Spotsylvania County, Virginia

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About Spotsylvania County

Spotsylvania County was formed from Essex, King & Queen and King William Counties in 1721. Surviving Court records, dating from 1722, are located at the Spotsylvania Circuit Court with the following exceptions :

No parish registers have survived.

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Spotsylvania County Online Resources

For other resources, see Databases and Published Resources

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Germans in Spotsylvania County

The following text is courtesy of John Blankenbaker

In the original Spotsylvania County, there were many German families who are studied today as a part of the Germanna Colonies. As a result of migration in the area and redefined county boundaries, records of these Germans are more likely to be found in Orange, Culpeper, and Madison Counties. Perhaps as many as fifty different German families lived in old Spotsylvania County. Even more lived in the area from which Spotsylvania was formed but they had moved on to Stafford (in a part which became Prince William and then Fauquier County) before Spotsylvania was formed. Even after some of the Germans had moved away from the area which became Spotsylvania, they continued to transact business at the Spotsylvania court house, perhaps because they had been closely associated with Lt. Gov. Alexander Spotswood. Thus their names appear in the Spotsylvania County records even past the time they lived in the county.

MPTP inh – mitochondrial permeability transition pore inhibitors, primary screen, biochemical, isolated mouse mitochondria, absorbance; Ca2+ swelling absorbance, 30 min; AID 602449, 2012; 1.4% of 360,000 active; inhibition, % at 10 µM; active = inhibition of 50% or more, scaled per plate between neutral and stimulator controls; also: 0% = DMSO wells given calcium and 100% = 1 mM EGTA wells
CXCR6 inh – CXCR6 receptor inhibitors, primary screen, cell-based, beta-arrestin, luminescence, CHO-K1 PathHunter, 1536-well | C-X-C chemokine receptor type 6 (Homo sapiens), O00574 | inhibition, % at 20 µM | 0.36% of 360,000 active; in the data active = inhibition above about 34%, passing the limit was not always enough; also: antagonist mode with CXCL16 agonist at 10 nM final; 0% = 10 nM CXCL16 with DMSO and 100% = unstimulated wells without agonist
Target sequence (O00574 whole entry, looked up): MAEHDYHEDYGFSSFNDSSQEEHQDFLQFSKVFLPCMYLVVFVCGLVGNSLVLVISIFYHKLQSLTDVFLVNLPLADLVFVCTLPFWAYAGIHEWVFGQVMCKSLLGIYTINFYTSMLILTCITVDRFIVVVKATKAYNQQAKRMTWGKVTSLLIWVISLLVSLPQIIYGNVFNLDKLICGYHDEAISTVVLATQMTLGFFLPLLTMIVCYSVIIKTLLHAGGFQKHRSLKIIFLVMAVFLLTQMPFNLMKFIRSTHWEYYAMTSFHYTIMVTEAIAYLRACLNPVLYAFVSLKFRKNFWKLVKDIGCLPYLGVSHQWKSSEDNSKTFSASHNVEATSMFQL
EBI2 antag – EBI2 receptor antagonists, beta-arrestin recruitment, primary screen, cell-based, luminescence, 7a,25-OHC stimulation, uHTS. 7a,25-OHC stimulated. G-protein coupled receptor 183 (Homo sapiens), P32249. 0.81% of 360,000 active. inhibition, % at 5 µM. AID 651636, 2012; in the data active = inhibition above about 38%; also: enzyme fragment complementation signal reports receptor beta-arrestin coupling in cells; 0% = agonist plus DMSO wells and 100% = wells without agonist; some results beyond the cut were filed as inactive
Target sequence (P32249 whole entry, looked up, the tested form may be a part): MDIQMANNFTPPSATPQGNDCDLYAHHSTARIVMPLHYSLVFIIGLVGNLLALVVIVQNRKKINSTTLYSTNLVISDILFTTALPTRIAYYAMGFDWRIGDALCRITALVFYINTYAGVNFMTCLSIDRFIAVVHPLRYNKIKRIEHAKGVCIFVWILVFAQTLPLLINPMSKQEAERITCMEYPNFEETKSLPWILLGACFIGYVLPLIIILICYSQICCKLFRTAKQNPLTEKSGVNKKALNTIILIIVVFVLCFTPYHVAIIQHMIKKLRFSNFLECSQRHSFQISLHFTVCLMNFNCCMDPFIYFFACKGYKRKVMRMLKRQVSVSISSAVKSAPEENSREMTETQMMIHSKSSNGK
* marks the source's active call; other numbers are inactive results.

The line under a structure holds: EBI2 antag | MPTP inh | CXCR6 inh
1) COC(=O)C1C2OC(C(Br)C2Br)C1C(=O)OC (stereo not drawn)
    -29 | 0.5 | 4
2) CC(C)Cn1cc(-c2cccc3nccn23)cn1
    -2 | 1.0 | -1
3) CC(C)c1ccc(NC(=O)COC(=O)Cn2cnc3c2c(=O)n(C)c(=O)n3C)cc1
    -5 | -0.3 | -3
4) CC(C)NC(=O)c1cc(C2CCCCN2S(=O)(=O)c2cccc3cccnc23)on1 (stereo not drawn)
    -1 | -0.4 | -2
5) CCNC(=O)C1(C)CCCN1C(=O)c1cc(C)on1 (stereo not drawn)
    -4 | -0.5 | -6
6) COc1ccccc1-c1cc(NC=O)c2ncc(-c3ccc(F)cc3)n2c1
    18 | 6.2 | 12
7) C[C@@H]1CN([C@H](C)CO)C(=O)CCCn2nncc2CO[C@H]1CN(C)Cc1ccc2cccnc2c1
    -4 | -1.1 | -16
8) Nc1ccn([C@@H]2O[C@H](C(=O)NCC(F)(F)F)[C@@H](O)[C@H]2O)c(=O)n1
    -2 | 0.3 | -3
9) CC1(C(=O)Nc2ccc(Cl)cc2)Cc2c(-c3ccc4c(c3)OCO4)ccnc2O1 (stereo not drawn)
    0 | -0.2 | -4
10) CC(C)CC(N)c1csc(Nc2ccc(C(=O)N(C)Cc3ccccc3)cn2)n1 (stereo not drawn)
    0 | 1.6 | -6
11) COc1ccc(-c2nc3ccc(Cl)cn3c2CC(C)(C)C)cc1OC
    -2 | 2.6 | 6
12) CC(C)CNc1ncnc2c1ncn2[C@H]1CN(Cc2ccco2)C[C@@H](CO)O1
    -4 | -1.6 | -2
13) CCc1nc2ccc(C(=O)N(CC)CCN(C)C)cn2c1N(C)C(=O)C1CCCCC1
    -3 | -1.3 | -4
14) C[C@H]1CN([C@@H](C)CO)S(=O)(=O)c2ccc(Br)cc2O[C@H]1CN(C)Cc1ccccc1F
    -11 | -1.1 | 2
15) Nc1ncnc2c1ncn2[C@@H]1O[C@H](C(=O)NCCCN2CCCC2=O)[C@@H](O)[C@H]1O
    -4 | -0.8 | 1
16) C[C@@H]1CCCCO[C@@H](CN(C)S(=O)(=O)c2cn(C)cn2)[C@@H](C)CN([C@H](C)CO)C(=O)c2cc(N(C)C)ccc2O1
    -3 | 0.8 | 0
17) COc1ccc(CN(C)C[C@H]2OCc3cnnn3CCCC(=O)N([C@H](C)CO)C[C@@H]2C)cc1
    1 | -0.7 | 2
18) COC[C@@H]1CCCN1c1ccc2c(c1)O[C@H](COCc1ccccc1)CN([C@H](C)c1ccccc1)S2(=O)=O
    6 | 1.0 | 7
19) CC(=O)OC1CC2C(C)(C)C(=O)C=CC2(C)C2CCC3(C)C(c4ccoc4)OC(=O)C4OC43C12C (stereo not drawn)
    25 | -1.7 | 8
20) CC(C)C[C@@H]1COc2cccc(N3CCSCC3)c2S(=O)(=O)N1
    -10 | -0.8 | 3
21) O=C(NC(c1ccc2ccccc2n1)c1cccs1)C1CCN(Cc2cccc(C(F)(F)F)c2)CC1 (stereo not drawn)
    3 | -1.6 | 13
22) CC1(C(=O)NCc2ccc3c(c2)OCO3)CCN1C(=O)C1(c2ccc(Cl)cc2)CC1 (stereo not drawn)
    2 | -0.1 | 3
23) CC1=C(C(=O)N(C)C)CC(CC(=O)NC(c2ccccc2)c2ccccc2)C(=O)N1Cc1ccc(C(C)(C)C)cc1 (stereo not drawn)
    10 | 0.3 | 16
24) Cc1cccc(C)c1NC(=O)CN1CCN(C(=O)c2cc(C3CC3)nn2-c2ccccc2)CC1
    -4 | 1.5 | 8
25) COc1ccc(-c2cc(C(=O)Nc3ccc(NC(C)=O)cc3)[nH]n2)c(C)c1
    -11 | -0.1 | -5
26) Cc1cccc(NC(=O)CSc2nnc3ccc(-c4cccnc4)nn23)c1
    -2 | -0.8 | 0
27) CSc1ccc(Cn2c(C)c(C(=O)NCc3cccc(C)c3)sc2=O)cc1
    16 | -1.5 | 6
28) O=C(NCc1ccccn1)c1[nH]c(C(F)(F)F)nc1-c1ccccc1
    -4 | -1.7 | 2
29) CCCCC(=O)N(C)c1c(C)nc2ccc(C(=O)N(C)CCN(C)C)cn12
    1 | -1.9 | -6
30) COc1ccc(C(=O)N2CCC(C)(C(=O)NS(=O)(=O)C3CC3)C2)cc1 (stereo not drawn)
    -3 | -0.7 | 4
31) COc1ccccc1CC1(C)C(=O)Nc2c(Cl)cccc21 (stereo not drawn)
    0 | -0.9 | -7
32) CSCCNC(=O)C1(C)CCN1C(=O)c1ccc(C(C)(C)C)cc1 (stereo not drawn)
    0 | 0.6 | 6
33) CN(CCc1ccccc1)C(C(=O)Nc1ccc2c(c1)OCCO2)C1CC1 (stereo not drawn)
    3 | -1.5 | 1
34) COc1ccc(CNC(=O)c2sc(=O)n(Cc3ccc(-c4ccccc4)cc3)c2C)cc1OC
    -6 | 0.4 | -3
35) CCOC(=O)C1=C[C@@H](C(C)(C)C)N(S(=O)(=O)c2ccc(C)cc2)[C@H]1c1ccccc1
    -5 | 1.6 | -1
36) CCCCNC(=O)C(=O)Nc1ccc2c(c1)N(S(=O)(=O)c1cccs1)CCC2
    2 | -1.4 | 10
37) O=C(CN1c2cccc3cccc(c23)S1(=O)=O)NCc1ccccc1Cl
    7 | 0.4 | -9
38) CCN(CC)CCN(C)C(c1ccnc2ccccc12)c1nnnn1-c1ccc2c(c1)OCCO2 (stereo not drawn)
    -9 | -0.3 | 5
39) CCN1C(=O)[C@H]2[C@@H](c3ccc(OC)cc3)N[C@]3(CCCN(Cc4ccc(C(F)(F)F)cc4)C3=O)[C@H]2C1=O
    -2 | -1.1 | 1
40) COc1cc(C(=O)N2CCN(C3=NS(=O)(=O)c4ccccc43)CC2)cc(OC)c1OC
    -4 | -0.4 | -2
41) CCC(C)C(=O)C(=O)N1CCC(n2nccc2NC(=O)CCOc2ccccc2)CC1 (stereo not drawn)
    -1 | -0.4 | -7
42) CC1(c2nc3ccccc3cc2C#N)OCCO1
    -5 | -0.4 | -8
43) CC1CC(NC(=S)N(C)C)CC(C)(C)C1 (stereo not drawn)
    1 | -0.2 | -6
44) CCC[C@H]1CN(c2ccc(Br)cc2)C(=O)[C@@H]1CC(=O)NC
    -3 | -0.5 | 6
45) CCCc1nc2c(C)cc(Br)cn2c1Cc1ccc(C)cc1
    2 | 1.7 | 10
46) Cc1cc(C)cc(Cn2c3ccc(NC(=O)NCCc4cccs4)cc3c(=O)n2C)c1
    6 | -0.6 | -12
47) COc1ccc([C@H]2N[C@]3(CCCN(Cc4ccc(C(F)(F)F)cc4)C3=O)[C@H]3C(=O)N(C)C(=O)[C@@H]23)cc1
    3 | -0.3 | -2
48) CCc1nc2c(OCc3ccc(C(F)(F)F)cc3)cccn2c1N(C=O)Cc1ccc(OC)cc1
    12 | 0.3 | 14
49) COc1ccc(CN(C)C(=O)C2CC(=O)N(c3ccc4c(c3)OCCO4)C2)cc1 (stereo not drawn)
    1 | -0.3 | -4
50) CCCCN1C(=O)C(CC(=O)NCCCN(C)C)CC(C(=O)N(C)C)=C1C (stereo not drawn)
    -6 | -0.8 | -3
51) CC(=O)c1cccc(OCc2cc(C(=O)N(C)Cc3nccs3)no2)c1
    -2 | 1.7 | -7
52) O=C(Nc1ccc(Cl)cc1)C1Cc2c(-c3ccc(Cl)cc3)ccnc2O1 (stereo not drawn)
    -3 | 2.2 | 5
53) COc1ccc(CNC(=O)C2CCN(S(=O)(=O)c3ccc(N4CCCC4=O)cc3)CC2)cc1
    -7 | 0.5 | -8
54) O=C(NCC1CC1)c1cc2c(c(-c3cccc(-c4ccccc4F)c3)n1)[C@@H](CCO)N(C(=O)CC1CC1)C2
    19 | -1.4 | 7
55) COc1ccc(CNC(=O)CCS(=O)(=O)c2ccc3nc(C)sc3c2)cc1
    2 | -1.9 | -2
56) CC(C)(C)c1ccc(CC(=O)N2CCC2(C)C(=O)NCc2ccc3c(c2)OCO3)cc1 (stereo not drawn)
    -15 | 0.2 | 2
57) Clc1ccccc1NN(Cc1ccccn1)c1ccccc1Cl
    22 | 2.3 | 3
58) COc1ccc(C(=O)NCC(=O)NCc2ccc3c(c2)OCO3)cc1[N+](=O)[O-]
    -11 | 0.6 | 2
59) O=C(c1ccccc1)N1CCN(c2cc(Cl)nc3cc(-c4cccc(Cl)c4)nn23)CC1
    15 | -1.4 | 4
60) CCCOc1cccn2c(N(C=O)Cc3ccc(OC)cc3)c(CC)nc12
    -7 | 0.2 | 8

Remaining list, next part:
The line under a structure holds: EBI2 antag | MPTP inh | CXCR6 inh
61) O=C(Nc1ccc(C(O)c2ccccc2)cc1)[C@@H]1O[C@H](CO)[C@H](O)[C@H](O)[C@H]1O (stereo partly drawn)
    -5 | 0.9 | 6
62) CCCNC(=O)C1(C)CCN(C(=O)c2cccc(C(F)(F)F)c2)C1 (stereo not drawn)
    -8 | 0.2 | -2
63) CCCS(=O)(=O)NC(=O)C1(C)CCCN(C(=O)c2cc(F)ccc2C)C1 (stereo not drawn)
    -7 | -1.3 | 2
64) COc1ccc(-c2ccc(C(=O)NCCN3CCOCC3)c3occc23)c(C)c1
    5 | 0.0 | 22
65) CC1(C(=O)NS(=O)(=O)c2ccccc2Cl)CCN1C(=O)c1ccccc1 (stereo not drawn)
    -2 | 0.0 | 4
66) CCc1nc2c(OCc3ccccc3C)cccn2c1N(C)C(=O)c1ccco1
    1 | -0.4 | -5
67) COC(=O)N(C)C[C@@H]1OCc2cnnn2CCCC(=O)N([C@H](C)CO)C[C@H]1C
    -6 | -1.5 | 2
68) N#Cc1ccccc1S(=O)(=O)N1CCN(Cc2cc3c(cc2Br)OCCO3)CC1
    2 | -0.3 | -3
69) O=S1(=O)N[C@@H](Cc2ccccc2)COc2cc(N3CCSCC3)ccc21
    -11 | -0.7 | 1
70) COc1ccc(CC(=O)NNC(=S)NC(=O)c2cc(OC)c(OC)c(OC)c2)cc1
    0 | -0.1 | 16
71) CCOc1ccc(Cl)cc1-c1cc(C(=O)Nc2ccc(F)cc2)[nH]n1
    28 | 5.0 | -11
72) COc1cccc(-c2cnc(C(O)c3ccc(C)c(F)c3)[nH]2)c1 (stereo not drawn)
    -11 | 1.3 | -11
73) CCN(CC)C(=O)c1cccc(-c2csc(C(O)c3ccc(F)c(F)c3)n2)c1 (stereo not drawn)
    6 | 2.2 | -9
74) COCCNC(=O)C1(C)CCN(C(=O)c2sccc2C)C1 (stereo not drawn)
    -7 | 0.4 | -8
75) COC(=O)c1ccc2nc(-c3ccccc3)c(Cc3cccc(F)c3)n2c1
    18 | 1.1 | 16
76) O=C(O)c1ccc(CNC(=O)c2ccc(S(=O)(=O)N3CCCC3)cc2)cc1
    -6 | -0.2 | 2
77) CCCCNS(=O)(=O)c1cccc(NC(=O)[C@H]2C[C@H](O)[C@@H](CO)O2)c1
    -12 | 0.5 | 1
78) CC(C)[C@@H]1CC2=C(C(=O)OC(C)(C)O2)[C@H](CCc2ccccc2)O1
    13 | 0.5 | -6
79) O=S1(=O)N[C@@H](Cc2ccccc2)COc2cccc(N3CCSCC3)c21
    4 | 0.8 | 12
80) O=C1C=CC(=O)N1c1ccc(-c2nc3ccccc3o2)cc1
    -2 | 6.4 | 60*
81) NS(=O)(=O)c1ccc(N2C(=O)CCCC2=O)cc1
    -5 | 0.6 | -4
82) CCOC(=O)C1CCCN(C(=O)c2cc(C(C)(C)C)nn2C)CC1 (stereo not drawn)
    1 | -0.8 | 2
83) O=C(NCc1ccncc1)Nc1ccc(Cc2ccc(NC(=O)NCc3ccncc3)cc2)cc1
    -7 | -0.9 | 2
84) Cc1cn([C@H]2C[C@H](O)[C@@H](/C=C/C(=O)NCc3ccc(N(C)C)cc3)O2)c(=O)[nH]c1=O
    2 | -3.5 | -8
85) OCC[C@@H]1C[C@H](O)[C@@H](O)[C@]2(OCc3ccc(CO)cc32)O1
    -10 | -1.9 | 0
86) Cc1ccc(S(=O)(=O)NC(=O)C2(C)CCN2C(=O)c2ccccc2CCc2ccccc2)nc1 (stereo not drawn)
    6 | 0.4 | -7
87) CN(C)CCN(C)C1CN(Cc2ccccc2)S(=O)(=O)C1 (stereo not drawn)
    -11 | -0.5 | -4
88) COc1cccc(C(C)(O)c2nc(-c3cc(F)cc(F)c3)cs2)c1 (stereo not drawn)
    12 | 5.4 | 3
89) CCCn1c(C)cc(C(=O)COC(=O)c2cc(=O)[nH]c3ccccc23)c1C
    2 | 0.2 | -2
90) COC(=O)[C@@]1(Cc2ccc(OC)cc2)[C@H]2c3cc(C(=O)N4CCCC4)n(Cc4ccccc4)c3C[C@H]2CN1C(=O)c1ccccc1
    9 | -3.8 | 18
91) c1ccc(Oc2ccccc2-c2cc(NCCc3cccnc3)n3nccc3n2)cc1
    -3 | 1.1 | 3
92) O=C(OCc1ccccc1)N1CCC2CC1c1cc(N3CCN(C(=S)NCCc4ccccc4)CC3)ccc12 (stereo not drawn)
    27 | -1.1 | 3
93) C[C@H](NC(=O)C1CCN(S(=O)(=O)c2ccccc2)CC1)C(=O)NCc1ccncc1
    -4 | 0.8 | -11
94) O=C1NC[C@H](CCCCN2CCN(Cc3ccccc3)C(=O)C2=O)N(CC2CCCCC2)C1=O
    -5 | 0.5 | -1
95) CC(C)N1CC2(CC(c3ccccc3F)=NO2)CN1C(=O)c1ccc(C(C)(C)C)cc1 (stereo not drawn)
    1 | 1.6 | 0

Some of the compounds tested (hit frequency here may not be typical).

Names of Germans in the county records include at least: Holtzclaw, Camper (Kemper), Martin, Cobler (Kabler), Spilman, Fishback, Huffman, Cuntz (Coons) Rector, Brumback, Weaver, Hitt, Motz, Harnsberger, Zimmerman, Snyder, Smith, Cook, Kerker, Carpenter, Parlur (Barlow) Bryoles/Briles, Yeager, Paulitz, Tanner, Long and Wayland, Amberger, Blankenbaker, Moyer, Cook, Kaifer and Sheible. Nearly all of these people arrived before Spotsylvania was formed into a county.

The Germanna Foundation / Memorial Foundation of the Germanna Colonies In Virginia, Inc. collection, currently housed at the Germanna Community College, contains extensive research materials on the German families of the Colonies of 1714, 1717, and 1719 as well as those who came as late as 1730. Through its research collection and its newsletter, GERMANNA, the Germanna Foundation is a source of information on the first German Colonies in Virginia - in the areas now known as Orange, Spotsylvania, Culpeper, Madison, Rappahannock and Fauquier Counties - as well as other states to which Germanna Colonists migrated.

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